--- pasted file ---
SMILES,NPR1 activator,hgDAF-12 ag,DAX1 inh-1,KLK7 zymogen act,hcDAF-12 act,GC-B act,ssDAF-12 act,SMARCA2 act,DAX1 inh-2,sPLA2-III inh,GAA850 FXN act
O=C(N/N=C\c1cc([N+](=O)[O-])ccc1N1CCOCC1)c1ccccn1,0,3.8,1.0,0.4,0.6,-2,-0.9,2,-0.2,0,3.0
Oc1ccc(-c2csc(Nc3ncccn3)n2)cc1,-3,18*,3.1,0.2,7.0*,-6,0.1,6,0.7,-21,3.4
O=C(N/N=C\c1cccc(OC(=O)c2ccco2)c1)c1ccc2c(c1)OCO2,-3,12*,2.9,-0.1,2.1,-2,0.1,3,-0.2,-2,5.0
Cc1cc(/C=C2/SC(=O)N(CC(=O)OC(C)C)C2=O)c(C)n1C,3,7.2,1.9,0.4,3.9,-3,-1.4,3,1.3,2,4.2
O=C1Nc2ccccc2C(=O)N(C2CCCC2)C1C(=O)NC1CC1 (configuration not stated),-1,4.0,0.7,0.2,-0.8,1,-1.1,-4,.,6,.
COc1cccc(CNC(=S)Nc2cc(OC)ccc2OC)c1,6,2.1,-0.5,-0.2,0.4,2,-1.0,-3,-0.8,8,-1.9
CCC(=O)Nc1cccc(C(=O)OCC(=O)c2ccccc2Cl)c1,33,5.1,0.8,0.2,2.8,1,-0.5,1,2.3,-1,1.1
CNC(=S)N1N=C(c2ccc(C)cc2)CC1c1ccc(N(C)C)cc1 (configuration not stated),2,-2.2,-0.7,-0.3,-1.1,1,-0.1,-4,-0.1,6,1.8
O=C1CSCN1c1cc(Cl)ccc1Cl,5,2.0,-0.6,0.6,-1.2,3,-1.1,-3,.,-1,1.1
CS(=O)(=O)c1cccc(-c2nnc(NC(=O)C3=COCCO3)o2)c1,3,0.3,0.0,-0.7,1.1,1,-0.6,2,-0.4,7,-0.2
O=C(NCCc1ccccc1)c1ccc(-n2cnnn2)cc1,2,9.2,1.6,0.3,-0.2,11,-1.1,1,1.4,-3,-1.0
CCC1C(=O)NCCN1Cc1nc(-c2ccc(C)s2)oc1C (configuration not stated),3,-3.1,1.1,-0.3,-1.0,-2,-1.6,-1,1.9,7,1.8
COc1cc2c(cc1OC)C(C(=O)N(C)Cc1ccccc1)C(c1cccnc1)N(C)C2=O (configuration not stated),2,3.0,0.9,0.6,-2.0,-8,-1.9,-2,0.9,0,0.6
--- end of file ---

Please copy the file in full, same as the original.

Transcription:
SMILES,NPR1 activator,hgDAF-12 ag,DAX1 inh-1,KLK7 zymogen act,hcDAF-12 act,GC-B act,ssDAF-12 act,SMARCA2 act,DAX1 inh-2,sPLA2-III inh,GAA850 FXN act
O=C(N/N=C\c1cc([N+](=O)[O-])ccc1N1CCOCC1)c1ccccn1,0,3.8,1.0,0.4,0.6,-2,-0.9,2,-0.2,0,3.0
Oc1ccc(-c2csc(Nc3ncccn3)n2)cc1,-3,18*,3.1,0.2,7.0*,-6,0.1,6,0.7,-21,3.4
O=C(N/N=C\c1cccc(OC(=O)c2ccco2)c1)c1ccc2c(c1)OCO2,-3,12*,2.9,-0.1,2.1,-2,0.1,3,-0.2,-2,5.0
Cc1cc(/C=C2/SC(=O)N(CC(=O)OC(C)C)C2=O)c(C)n1C,3,7.2,1.9,0.4,3.9,-3,-1.4,3,1.3,2,4.2
O=C1Nc2ccccc2C(=O)N(C2CCCC2)C1C(=O)NC1CC1 (configuration not stated),-1,4.0,0.7,0.2,-0.8,1,-1.1,-4,.,6,.
COc1cccc(CNC(=S)Nc2cc(OC)ccc2OC)c1,6,2.1,-0.5,-0.2,0.4,2,-1.0,-3,-0.8,8,-1.9
CCC(=O)Nc1cccc(C(=O)OCC(=O)c2ccccc2Cl)c1,33,5.1,0.8,0.2,2.8,1,-0.5,1,2.3,-1,1.1
CNC(=S)N1N=C(c2ccc(C)cc2)CC1c1ccc(N(C)C)cc1 (configuration not stated),2,-2.2,-0.7,-0.3,-1.1,1,-0.1,-4,-0.1,6,1.8
O=C1CSCN1c1cc(Cl)ccc1Cl,5,2.0,-0.6,0.6,-1.2,3,-1.1,-3,.,-1,1.1
CS(=O)(=O)c1cccc(-c2nnc(NC(=O)C3=COCCO3)o2)c1,3,0.3,0.0,-0.7,1.1,1,-0.6,2,-0.4,7,-0.2
O=C(NCCc1ccccc1)c1ccc(-n2cnnn2)cc1,2,9.2,1.6,0.3,-0.2,11,-1.1,1,1.4,-3,-1.0
CCC1C(=O)NCCN1Cc1nc(-c2ccc(C)s2)oc1C (configuration not stated),3,-3.1,1.1,-0.3,-1.0,-2,-1.6,-1,1.9,7,1.8
COc1cc2c(cc1OC)C(C(=O)N(C)Cc1ccccc1)C(c1cccnc1)N(C)C2=O (configuration not stated),2,3.0,0.9,0.6,-2.0,-8,-1.9,-2,0.9,0,0.6